Comparative Analysis of Air Pollution Regulation Policies Via Property Rights and Transaction Cost Theory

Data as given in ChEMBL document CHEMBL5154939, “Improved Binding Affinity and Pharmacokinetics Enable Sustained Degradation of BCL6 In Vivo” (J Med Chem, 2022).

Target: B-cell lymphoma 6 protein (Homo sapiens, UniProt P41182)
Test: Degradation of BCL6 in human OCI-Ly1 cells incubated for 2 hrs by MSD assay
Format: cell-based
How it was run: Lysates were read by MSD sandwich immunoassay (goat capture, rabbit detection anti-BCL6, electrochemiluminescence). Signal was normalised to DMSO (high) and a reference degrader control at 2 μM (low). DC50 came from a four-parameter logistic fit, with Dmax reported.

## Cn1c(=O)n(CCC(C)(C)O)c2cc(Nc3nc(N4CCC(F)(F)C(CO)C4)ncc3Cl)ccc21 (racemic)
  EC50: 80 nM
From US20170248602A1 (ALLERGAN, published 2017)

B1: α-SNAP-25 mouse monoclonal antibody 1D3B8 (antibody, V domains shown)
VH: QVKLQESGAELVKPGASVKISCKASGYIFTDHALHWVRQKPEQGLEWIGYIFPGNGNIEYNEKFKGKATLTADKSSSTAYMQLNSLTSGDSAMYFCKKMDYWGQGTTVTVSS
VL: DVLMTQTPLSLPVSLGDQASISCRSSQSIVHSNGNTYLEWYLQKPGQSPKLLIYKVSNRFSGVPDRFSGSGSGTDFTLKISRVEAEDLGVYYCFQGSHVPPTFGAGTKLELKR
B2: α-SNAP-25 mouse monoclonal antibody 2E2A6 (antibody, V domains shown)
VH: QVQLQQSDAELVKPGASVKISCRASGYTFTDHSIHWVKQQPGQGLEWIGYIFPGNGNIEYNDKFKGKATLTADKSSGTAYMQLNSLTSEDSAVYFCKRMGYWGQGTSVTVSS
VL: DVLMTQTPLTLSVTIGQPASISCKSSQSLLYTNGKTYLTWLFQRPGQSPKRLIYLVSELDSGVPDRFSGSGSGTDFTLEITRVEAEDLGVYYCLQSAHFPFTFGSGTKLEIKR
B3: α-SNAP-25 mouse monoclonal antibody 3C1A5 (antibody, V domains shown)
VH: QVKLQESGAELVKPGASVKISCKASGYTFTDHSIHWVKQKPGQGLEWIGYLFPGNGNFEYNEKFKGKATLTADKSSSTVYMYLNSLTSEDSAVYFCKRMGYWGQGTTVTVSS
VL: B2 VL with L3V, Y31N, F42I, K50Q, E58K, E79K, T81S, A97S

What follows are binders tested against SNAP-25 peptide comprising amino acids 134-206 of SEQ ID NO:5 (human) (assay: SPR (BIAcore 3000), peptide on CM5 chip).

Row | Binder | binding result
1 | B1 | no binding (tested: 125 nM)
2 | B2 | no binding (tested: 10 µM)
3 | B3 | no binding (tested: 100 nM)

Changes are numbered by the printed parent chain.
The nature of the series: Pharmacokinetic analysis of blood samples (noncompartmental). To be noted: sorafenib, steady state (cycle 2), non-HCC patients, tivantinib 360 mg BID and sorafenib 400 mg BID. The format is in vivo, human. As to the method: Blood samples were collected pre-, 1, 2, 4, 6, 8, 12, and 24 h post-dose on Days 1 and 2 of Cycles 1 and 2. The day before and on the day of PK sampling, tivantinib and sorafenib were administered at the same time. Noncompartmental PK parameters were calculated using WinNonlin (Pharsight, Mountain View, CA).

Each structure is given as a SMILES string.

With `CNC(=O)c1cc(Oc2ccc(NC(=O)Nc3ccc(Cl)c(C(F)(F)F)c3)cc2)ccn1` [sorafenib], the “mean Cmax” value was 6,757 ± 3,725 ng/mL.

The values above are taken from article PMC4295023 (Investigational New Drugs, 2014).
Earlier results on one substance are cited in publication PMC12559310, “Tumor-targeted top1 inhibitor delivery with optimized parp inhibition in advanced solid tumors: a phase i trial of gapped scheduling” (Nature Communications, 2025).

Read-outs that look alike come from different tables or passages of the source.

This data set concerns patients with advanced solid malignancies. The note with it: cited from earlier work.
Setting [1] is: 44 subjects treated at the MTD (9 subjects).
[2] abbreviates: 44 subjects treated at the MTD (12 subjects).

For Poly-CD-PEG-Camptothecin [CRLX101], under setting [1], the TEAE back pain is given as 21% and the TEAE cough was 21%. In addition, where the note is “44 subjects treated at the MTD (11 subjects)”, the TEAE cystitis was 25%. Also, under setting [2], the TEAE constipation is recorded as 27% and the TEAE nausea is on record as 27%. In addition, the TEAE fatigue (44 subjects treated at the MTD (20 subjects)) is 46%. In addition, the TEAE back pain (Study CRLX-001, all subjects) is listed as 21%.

Abstract: This paper compares alternative pollution regulation. Emission charges, emission standards, and tradable emission permits are addressed from the perspective of property rights and transaction cost theory. In the first part, the supply and demand curves of pollution under each policy are associated with different property right structures. The property right distribution is a key factor in determining the strength and weakness of alternative policies in terms of the polluter-pay-principle, acceptability, incentive intensity, and transaction costs. The transaction cost analysis of Williamson has been extended to encompass the governance structures of public sector transactions, and identifies regulation as one of the six types of public sector transaction: procurement, redistributional, regulatory, sovereign, judicial, and infrastructure. The second part evaluates the transaction costs of regulatory policies by comparing ex ante costs such as information and negotiation costs, as well as ex post costs, such as monitoring and enforcement costs. One key attribute determining the relative size of the transaction costs of tradable emission permits is the emissions monitoring technology used, most notably the CMS (Continuous Monitoring System). Some guiding principles for choosing policy instruments are also suggested on the basis of our comparison of alternatives in terms of the polluter-pay-principle, acceptability, incentive intensity, and specifically, transaction costs.